Employing New Criteria for Confirmation of Conduction Pacing – Achieving True Left Bundle Branch Pacing May Be Harder Than Meets the EyeJoshua Sink, MD1, Nishant Verma, MD, MPH2Northwestern University, Feinberg School of Medicine, Department of Internal MedicineNorthwestern University, Feinberg School of Medicine, Division of CardiologyCorresponding Author:Nishant Verma, MD, MPH251 East Huron Street, Feinberg 8-503Chicago, IL 60611312-926-2148Nishant.Verma@nm.orgFunding: NoneDisclosures: Dr. Sink has nothing to disclose. Dr. Verma receives speaker honoraria from Medtronic, Biotronik and Baylis Medical and consulting fees from Boston Scientific, Biosense Webster, AltaThera Pharmaceuticals and Knowledge 2 Practice.Word Count: 1200In recent years, conduction system pacing (CSP) has garnered significant attention from the electrophysiology (EP) community. This movement has been driven by the hypothesis that using the natural conduction system activation is desirable and clinically beneficial in patients with advanced conduction disease and ventricular desynchrony. Permanent His-bundle pacing (PHBP) is generally seen as the purest form of conduction system activation. (Figure 1) PHBP was first described over 20 years ago but the idea has attracted substantial investigative effort in recent years. When successfully achieved, His bundle pacing has been associated with reduction in mortality, reduction in heart failure (HF) admissions, and improvement in left ventricular (LV) function compared to right ventricular (RV) pacing.1 Despite this, consistent achievability in real-world practice remains limited due to a variety of factors including narrow anatomic targetability, lead stability, high pacing thresholds, low ventricular sensing, and inability to correct the QRS in bundle branch block.2Thus, while waiting for the next iteration of improved delivery techniques, pacing leads and programming algorithms,, alternative methods of conductive system pacing have emerged, with the potential to surmount the challenges described.Left bundle branch pacing (LBBP) has recently emerged as an alternative method of CSP. The technique was first described by Huang et al. in 2017 and has seen a momentous rise in interest since.3 In 2019, Huang et al. produced a user manual for a successful LBBP procedure, and in it they attempted to develop the first iteration of criteria for the confirmation of LBBP.4 Utilizing these criteria, or close variations of them, a number of studies were published afterwards that demonstrated preliminary safety, feasibility, and efficacy of LBBP.5,6,7 LBBP became an attractive alternative to His bundle pacing because of the lower thresholds, improved lead stability, and higher procedural success rates. When compared against RV pacing in patients requiring a high burden of pacing, LBBP has demonstrated reduced mortality, HF admissions, and need for upgrade to a BiV device.8 In a small, non-randomized patient sample, LBBP showed greater improvement in LV ejection fraction (EF) compared to BiV pacing.9 Most notably, perhaps, is the astonishing rate of lead placement success, with achievement rates reported as high as 98% in sizable studies.6Differences between the two forms of CSP were apparent from the beginning, including in the appropriate QRS morphology after a successful case. Unlike PHBP, LBBP did not reproduce the native QRS and the QRS duration was often greater than at baseline (Figure 2). The arena of LBBP underwent a notable shift in the Fall of 2021 when Wu et al. proposed new criteria to prove LBBP.10 In this study, they presented an exquisite display of fundamental electrophysiologic principles by using mapping catheters positioned on the His and LV septum during LBB lead placement. Through this painstaking work, they clarified the difference between true LBBP and left bundle branch area pacing (LBBAP), which can incorporate both LBBP and left ventricular septal pacing (LVSP). In their proposed framework, without the presence of a His or LV septum mapping catheter, output dependent QRS transition from non-selective (NS-LBBP) to selective-LBBP (S-LBBP) or LVSP is necessary to prove LBBP and had a sensitivity and specificity of 100%.The present study by Shimeno et al, published in the current issue of the Journal of Cardiovascular Electrophysiology , is the first known effort to document achievement rates of LBBP by utilizing the modified criteria proposed by Wu et al.11 The primary finding of the study is that achieving true LBBP with an acceptable pacing threshold is likely harder than previously realized. As expected, there was improvement after a learning curve, but even in the last third of patients enrolled, the achievement rate of LBBP was only 50%. This is dramatically lower than previously reported achievement rates using the original Huang et al. criteria, and it suggests that not all patients in the previously described studies were actually achieving true LBBP. An unknown subset of patients in these studies was likely only achieving LVSP. This is probably due to a prior reliance on indicators such as a paced right bundle branch block (RBBB) pattern, identification of an intrinsic LBB potential, and/or use of V6 R-wave peak time cutoffs (RWPT) without clear output-dependent QRS transition. It is also worth noting that a variety of RWPT cutoffs have been used seemingly arbitrarily as ‘evidence of LBBP’. This presents a major dilemma and highlights the need for a clear set of LBBP criteria to be defined by the collective EP community. Despite these caveats, many of these previous studies did not fully confirm LBBP in their patients, yet the outcomes from these studies were still clinically promising. This raises the obvious question, does obtaining true LBBP matter? Future studies will need to explore the differences in clinical outcomes between true LBBP and LVSP.Secondarily, Shimeno et al. have provided a useful tool in identifying that LBB potential to QRS-onset ≥ 22ms had a specificity of 98% in predicting LBBP.11 This target measure can help future operators ensure proximal enough engagement of the LBB conduction system. Additionally, the group took a close look at validating a RWPT cutoff time for the prediction of LBBP. Unfortunately, a RWPT cutoff of 68 ms (in non-LBBB patients), determined by the ROC curve, was not highly predictive. This runs contrary to previous reports by Wu et al. and Jastrzebski et al., which reported higher predictive value of RWPT cutoffs10,12 Looking at the data surrounding RWPT cutoffs as a collective, it likely should not be used as a primary metric for confirming LBBP due to imperfect sensitivity and specificity, but it may be an alternative if output dependent QRS transition or change in RWPT of ≥10 ms is not observed. Additionally, in the event that capture thresholds are similar between the LBB and the adjacent myocardium, programmed stimulation is an option to try to reveal a QRS transition by exploiting differences in refractory periods.This study also highlighted one of the unique complications of LBBP by demonstrating a high rate of septal perforation. Paradoxically, more perforations were seen with increased experience, likely highlighting that deeper penetration into the septum is often sought as operators become more familiar with the procedure. The long-term clinical implications of this complication are, thus far, unknown.Looking forward, clear guidelines for confirmation of LBBP need to be defined. This is necessary to ensure quality before undertaking multi-center randomized controlled trials to assess LBBP in comparison to current pacing methods. To date, Wu et al. seem to have provided the best framework to achieve this.10 That said, there are concerns given that this has only been validated in 30 patients (and only 9 with LBBB). In an ideal world, these criteria would be validated in a larger population, though the work to accomplish this would be meticulous given the current gold standard of using an LV septal mapping catheter to prove conduction system capture. Shimeno et al. should be congratulated for their effort in putting this framework to practice. In their work, they have demonstrated that achieving true LBBP as defined by Wu et al. may be harder than meets the eye, and this is very important in assessing the practicality of using LBBP as a widespread alternative to other pacing methods.References:Abdelrahman M, Subzposh FA, Beer D, et al. Clinical Outcomes of His Bundle Pacing Compared to Right Ventricular Pacing. J Am Coll Cardiol . 2018;71(20):2319-2330. doi:10.1016/j.jacc.2018.02.048Zanon F, Abdelrahman M, Marcantoni L, et al. Long term performance and safety of His bundle pacing: A multicenter experience. J Cardiovasc Electrophysiol . 2019;30(9):1594-1601. doi:10.1111/jce.14063Huang W, Su L, Wu S, et al. A Novel Pacing Strategy With Low and Stable Output: Pacing the Left Bundle Branch Immediately Beyond the Conduction Block. Can J Cardiol . 2017;33(12):1736.e1-1736.e3. doi:10.1016/j.cjca.2017.09.013Huang W, Chen X, Su L, Wu S, Xia X, Vijayaraman P. A beginner’s guide to permanent left bundle branch pacing. Heart Rhythm . 2019;16(12):1791-1796. doi:10.1016/j.hrthm.2019.06.016Padala SK, Master VM, Terricabras M, et al. Initial Experience, Safety, and Feasibility of Left Bundle Branch Area Pacing: A Multicenter Prospective Study. JACC Clin Electrophysiol . 2020;6(14):1773-1782. doi:10.1016/j.jacep.2020.07.004Su L, Wang S, Wu S, et al. Long-Term Safety and Feasibility of Left Bundle Branch Pacing in a Large Single-Center Study. Circ Arrhythm Electrophysiol . 2021;14(2):e009261. doi:10.1161/CIRCEP.120.009261Huang W, Wu S, Vijayaraman P, et al. Cardiac Resynchronization Therapy in Patients With Nonischemic Cardiomyopathy Using Left Bundle Branch Pacing. JACC Clin Electrophysiol . 2020;6(7):849-858. doi:10.1016/j.jacep.2020.04.011Sharma PS, Patel NR, Ravi V, et al. Clinical outcomes of left bundle branch area pacing compared to right ventricular pacing: Results from the Geisinger-Rush Conduction System Pacing Registry. Heart Rhythm . 2022;19(1):3-11. doi:10.1016/j.hrthm.2021.08.033Wu S, Su L, Vijayaraman P, et al. Left Bundle Branch Pacing for Cardiac Resynchronization Therapy: Nonrandomized On-Treatment Comparison With His Bundle Pacing and Biventricular Pacing. Can J Cardiol . 2021;37(2):319-328. doi:10.1016/j.cjca.2020.04.037Wu S, Chen X, Wang S, et al. Evaluation of the Criteria to Distinguish Left Bundle Branch Pacing From Left Ventricular Septal Pacing. JACC Clin Electrophysiol . 2021;7(9):1166-1177. doi:10.1016/j.jacep.2021.02.018Shimeno K, Tamura S, Hayashi Y, et al. Achievement Rate and Learning Curve of Left Bundle Branch Capture in Left Bundle Branch Area Pacing Procedure Performed to Demonstrate Output-Dependent QRS Transition.J Cardiovasc Electrophysiol . 2022Jastrzębski M, Kiełbasa G, Curila K, et al. Physiology-based electrocardiographic criteria for left bundle branch capture. Heart Rhythm . 2021;18(6):935-943. doi:10.1016/j.hrthm.2021.02.021Figure LegendsFigure 1: Permanent His Bundle PacingPanel A: A 12-lead electrocardiogram (EKG) shows baseline conduction in a patient with exertional intolerance. The PR interval is markedly prolonged and, with exercise, this patient developed AV block. A permanent His-bundle pacemaker was implantedPanel B: An EKG demonstrating permanent His-bundle pacing in the same patient as panel A. Selective His-bundle capture results in reproduction of the intrinsic QRS complex.Figure 2: Non-Selective Left Bundle Branch PacingA 12-Lead electrocardiogram showing non-selective left bundle branch pacing. The paced QRS morphology is not a direct match for native conduction and the QRS duration is longer than at baseline. However, conduction system capture was confirmed with an output dependent QRS morphology change.FiguresFigure 1: Permanent His-Bundle Pacing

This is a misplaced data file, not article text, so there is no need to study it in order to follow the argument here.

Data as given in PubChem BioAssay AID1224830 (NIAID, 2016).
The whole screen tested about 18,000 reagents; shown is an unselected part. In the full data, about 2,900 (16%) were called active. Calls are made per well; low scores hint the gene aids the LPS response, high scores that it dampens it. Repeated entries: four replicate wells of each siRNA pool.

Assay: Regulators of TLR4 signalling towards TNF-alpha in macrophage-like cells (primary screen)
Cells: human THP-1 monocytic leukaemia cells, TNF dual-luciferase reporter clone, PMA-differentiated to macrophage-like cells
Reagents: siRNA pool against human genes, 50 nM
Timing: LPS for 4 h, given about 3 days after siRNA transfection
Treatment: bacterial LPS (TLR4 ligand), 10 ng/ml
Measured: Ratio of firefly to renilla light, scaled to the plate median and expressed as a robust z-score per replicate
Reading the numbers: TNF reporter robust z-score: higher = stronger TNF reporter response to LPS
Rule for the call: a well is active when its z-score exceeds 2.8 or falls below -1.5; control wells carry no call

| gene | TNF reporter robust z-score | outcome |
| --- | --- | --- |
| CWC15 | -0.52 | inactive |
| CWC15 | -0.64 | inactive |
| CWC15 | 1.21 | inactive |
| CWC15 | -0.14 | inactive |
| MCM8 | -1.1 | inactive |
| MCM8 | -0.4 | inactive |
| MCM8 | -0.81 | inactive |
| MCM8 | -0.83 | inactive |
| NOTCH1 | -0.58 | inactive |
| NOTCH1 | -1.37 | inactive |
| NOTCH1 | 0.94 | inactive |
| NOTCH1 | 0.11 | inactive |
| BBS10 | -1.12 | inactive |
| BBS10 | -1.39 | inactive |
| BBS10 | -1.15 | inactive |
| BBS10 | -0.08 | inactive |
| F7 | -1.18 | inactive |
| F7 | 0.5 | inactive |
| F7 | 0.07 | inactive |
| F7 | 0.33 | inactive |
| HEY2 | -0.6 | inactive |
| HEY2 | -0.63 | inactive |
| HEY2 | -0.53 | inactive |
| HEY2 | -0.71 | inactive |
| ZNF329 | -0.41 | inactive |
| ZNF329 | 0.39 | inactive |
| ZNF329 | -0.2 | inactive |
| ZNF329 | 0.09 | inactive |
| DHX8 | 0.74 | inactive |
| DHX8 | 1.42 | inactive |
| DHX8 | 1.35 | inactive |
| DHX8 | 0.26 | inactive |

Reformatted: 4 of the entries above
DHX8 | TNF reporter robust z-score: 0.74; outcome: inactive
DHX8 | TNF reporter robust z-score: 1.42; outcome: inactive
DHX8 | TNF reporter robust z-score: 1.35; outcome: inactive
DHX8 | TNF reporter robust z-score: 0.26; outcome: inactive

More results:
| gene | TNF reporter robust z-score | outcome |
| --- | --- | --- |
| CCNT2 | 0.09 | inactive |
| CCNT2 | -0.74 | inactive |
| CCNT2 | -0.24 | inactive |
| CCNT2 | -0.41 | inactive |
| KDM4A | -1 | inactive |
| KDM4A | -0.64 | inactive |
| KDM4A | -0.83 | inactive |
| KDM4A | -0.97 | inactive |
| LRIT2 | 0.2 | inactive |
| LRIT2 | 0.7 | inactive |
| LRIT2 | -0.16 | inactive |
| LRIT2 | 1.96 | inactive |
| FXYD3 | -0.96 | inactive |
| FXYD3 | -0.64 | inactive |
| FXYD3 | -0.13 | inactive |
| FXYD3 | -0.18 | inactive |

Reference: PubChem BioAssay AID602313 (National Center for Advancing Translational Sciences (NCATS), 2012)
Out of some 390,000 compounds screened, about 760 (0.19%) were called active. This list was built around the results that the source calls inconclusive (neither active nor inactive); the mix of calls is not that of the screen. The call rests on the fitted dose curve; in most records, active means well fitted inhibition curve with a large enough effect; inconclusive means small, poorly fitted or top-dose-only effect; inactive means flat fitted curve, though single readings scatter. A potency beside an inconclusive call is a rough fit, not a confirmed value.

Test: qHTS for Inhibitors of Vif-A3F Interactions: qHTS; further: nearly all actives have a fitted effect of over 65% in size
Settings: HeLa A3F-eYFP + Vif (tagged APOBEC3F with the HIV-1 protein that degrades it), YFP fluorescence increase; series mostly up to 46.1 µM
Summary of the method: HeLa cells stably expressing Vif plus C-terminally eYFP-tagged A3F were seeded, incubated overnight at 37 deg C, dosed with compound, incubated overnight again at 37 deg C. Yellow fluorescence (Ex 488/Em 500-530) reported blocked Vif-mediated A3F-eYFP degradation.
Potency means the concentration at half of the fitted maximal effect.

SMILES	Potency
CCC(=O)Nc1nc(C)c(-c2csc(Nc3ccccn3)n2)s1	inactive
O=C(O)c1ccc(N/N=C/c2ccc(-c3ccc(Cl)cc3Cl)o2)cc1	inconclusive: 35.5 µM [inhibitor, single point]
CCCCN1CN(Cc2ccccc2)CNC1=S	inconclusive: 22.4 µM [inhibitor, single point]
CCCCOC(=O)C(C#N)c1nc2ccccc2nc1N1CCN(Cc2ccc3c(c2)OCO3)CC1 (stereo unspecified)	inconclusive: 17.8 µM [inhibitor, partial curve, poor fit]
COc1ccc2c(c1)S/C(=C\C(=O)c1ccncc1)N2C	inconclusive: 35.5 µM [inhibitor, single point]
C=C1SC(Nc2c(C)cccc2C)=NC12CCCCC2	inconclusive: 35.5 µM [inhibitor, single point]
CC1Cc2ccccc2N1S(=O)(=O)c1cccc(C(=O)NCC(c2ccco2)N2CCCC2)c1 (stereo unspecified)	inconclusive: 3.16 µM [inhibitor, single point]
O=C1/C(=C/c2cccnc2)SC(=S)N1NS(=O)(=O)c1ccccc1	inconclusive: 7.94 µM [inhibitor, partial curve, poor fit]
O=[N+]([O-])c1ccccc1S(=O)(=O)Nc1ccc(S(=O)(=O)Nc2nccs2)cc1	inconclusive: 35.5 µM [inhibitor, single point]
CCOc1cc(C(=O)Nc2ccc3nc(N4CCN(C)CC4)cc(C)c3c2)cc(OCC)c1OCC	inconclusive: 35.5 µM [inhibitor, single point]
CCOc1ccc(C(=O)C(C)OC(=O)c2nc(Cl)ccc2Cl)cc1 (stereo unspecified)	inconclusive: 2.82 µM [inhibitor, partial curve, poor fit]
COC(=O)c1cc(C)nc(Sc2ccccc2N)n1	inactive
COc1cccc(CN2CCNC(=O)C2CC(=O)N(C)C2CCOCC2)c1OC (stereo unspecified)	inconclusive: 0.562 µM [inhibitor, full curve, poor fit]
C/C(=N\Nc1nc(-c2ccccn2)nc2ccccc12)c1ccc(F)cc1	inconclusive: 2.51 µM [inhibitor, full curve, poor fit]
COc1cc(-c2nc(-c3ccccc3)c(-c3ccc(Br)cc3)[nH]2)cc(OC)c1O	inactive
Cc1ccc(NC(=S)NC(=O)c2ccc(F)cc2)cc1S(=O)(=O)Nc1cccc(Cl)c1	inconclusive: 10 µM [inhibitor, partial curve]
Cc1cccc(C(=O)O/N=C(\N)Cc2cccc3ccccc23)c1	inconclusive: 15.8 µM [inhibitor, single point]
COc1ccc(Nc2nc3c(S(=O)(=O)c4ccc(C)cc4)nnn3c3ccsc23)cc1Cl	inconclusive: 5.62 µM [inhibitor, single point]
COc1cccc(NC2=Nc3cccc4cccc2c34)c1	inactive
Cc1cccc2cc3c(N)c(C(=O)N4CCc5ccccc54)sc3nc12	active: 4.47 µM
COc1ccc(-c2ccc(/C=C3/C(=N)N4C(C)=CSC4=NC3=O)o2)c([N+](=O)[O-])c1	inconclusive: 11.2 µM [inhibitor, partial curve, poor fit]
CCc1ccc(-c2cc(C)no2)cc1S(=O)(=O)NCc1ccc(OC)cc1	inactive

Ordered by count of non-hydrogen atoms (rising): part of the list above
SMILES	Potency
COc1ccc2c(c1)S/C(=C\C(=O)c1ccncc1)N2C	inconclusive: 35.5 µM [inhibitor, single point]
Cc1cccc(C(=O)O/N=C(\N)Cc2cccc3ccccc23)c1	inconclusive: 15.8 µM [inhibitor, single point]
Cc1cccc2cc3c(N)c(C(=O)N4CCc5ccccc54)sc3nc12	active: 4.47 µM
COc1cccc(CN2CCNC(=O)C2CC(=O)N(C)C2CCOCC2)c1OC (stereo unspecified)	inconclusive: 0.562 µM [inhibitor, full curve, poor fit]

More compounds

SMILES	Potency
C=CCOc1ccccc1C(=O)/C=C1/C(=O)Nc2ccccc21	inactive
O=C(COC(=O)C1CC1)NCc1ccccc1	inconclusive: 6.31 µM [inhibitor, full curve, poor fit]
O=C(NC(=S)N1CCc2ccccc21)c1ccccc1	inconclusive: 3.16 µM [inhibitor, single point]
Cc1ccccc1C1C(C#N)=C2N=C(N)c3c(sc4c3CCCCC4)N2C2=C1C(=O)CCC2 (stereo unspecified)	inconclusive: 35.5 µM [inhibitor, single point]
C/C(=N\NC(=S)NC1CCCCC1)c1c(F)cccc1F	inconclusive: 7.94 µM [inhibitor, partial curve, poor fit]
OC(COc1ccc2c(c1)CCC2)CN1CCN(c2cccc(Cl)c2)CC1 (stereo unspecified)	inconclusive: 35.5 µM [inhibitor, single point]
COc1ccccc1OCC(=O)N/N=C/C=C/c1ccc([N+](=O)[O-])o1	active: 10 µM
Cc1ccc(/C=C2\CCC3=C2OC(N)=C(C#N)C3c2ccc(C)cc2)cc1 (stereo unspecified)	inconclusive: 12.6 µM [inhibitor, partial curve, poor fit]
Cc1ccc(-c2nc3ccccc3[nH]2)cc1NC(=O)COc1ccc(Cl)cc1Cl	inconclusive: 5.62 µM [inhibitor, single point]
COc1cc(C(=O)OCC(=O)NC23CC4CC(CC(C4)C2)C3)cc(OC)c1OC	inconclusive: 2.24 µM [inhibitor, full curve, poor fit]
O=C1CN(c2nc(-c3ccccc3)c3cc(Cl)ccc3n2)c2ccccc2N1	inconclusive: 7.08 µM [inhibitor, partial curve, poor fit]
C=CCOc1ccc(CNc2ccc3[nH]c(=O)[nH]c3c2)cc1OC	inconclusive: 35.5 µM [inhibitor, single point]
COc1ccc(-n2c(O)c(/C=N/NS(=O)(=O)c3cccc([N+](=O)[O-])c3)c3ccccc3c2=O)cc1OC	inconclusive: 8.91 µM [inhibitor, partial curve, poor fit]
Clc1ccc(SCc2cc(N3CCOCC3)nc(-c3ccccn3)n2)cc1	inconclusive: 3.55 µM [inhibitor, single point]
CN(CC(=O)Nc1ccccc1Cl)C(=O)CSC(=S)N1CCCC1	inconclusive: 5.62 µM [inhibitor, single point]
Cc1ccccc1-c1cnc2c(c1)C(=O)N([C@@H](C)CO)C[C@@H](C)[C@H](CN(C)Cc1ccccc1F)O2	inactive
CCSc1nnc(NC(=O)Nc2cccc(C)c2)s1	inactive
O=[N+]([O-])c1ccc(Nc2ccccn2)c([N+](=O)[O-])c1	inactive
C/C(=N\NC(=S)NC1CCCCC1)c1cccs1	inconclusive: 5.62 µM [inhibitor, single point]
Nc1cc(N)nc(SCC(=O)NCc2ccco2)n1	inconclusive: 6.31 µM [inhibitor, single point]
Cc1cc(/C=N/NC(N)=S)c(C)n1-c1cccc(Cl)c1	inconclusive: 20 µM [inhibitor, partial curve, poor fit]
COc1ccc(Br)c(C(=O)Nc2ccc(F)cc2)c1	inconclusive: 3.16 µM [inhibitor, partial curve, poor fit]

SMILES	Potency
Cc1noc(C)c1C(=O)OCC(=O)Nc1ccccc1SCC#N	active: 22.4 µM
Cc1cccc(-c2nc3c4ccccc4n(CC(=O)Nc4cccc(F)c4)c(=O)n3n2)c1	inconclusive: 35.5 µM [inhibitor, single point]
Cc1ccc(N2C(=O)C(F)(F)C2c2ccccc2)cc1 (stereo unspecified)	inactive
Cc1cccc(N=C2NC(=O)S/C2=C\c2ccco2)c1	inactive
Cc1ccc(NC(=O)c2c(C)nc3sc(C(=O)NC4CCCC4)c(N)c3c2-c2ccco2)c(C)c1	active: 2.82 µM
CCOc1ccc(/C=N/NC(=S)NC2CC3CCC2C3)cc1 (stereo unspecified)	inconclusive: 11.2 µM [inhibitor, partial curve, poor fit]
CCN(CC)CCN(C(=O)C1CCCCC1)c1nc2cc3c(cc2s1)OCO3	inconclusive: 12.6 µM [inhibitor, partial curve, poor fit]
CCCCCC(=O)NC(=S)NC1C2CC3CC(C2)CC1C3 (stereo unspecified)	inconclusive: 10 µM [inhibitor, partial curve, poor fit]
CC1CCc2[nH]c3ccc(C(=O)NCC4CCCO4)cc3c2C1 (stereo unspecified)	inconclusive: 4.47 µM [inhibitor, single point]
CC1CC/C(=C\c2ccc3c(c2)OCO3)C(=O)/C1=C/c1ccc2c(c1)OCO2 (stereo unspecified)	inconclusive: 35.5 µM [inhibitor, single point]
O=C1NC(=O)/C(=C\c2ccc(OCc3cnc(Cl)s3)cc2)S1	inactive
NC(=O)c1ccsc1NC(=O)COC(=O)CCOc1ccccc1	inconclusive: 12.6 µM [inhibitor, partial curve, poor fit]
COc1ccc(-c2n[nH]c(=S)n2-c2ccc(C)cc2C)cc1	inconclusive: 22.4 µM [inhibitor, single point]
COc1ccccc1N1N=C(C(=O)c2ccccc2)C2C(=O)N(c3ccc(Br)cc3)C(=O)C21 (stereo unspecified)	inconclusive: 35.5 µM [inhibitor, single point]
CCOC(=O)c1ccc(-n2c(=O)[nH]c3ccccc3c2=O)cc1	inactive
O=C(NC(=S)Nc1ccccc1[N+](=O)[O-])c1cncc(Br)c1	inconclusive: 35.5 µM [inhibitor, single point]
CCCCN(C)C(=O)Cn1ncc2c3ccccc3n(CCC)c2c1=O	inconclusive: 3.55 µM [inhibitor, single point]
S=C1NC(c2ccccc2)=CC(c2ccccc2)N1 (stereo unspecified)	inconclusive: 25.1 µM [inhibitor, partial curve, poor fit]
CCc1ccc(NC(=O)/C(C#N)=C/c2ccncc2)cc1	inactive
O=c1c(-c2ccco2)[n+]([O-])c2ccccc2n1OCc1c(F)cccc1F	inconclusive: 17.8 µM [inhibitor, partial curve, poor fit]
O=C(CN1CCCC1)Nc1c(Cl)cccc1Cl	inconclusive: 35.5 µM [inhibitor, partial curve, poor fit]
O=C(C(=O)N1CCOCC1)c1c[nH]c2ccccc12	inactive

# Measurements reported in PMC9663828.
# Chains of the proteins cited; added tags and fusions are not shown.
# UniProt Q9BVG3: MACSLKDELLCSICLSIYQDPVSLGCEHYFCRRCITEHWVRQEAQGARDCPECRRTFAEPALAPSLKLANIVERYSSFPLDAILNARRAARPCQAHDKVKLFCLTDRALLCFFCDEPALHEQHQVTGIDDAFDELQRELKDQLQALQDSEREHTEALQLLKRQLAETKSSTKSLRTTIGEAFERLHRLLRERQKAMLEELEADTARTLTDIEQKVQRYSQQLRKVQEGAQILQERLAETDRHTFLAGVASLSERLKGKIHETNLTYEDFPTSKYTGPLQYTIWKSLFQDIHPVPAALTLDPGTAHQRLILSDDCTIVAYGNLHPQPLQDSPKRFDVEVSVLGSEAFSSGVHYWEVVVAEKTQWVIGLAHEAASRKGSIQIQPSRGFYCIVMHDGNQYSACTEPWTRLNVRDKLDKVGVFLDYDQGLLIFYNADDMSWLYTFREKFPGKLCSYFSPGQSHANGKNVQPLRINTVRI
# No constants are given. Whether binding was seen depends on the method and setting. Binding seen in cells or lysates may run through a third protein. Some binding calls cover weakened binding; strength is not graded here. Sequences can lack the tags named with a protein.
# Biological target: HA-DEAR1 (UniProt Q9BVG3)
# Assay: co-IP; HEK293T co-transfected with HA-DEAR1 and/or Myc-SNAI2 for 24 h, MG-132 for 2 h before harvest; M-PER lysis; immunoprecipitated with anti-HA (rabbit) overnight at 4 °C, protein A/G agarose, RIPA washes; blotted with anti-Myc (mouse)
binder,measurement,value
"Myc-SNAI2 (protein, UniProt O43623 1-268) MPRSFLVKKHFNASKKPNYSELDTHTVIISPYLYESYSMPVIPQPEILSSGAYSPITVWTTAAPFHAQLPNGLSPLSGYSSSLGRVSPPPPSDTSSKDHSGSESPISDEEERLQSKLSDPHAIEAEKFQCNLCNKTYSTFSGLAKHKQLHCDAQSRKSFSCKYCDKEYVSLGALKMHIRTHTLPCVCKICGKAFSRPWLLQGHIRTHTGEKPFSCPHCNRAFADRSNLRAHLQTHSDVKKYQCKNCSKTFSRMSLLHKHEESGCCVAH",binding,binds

Jia-hui Ma